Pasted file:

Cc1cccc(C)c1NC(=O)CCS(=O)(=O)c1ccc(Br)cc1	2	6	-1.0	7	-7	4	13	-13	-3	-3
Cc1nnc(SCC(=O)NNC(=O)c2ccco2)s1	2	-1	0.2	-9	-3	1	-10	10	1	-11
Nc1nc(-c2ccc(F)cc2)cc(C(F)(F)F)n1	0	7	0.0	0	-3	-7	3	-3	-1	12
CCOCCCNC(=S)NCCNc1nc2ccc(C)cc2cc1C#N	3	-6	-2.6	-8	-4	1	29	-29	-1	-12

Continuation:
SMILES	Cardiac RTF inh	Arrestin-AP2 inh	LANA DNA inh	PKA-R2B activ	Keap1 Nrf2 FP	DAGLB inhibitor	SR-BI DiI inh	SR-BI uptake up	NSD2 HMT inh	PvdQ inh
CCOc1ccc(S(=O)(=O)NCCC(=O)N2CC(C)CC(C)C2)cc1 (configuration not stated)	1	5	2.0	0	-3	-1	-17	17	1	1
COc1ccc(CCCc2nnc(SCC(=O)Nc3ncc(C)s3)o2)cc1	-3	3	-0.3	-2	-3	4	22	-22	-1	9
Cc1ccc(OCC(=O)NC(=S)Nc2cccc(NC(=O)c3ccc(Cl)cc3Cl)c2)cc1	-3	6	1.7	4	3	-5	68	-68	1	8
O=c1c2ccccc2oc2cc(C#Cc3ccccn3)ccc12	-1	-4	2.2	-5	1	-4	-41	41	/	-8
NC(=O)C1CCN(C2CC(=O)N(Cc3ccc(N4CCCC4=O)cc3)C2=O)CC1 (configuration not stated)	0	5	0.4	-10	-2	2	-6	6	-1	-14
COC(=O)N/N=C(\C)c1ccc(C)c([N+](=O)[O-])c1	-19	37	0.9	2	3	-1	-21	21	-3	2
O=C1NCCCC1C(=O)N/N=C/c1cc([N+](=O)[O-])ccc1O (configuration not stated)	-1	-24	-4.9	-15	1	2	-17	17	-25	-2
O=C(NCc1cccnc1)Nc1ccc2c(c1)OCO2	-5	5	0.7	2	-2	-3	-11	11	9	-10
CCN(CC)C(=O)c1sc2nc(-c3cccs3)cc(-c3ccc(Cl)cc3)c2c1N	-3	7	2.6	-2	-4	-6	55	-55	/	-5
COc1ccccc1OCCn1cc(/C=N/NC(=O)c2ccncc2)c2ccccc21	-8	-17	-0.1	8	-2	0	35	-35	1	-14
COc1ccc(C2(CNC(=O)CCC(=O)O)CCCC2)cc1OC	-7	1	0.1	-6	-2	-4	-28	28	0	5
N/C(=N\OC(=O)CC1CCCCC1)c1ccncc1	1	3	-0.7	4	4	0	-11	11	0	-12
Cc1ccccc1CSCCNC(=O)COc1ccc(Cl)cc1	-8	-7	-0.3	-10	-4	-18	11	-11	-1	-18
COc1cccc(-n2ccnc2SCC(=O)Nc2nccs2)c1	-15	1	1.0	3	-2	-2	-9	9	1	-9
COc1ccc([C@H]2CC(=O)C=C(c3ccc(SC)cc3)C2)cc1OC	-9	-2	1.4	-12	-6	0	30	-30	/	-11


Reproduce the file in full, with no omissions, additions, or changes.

Cc1cccc(C)c1NC(=O)CCS(=O)(=O)c1ccc(Br)cc1	2	6	-1.0	7	-7	4	13	-13	-3	-3
Cc1nnc(SCC(=O)NNC(=O)c2ccco2)s1	2	-1	0.2	-9	-3	1	-10	10	1	-11
Nc1nc(-c2ccc(F)cc2)cc(C(F)(F)F)n1	0	7	0.0	0	-3	-7	3	-3	-1	12
CCOCCCNC(=S)NCCNc1nc2ccc(C)cc2cc1C#N	3	-6	-2.6	-8	-4	1	29	-29	-1	-12

Continuation:
SMILES	Cardiac RTF inh	Arrestin-AP2 inh	LANA DNA inh	PKA-R2B activ	Keap1 Nrf2 FP	DAGLB inhibitor	SR-BI DiI inh	SR-BI uptake up	NSD2 HMT inh	PvdQ inh
CCOc1ccc(S(=O)(=O)NCCC(=O)N2CC(C)CC(C)C2)cc1 (configuration not stated)	1	5	2.0	0	-3	-1	-17	17	1	1
COc1ccc(CCCc2nnc(SCC(=O)Nc3ncc(C)s3)o2)cc1	-3	3	-0.3	-2	-3	4	22	-22	-1	9
Cc1ccc(OCC(=O)NC(=S)Nc2cccc(NC(=O)c3ccc(Cl)cc3Cl)c2)cc1	-3	6	1.7	4	3	-5	68	-68	1	8
O=c1c2ccccc2oc2cc(C#Cc3ccccn3)ccc12	-1	-4	2.2	-5	1	-4	-41	41	/	-8
NC(=O)C1CCN(C2CC(=O)N(Cc3ccc(N4CCCC4=O)cc3)C2=O)CC1 (configuration not stated)	0	5	0.4	-10	-2	2	-6	6	-1	-14
COC(=O)N/N=C(\C)c1ccc(C)c([N+](=O)[O-])c1	-19	37	0.9	2	3	-1	-21	21	-3	2
O=C1NCCCC1C(=O)N/N=C/c1cc([N+](=O)[O-])ccc1O (configuration not stated)	-1	-24	-4.9	-15	1	2	-17	17	-25	-2
O=C(NCc1cccnc1)Nc1ccc2c(c1)OCO2	-5	5	0.7	2	-2	-3	-11	11	9	-10
CCN(CC)C(=O)c1sc2nc(-c3cccs3)cc(-c3ccc(Cl)cc3)c2c1N	-3	7	2.6	-2	-4	-6	55	-55	/	-5
COc1ccccc1OCCn1cc(/C=N/NC(=O)c2ccncc2)c2ccccc21	-8	-17	-0.1	8	-2	0	35	-35	1	-14
COc1ccc(C2(CNC(=O)CCC(=O)O)CCCC2)cc1OC	-7	1	0.1	-6	-2	-4	-28	28	0	5
N/C(=N\OC(=O)CC1CCCCC1)c1ccncc1	1	3	-0.7	4	4	0	-11	11	0	-12
Cc1ccccc1CSCCNC(=O)COc1ccc(Cl)cc1	-8	-7	-0.3	-10	-4	-18	11	-11	-1	-18
COc1cccc(-n2ccnc2SCC(=O)Nc2nccs2)c1	-15	1	1.0	3	-2	-2	-9	9	1	-9
COc1ccc([C@H]2CC(=O)C=C(c3ccc(SC)cc3)C2)cc1OC	-9	-2	1.4	-12	-6	0	30	-30	/	-11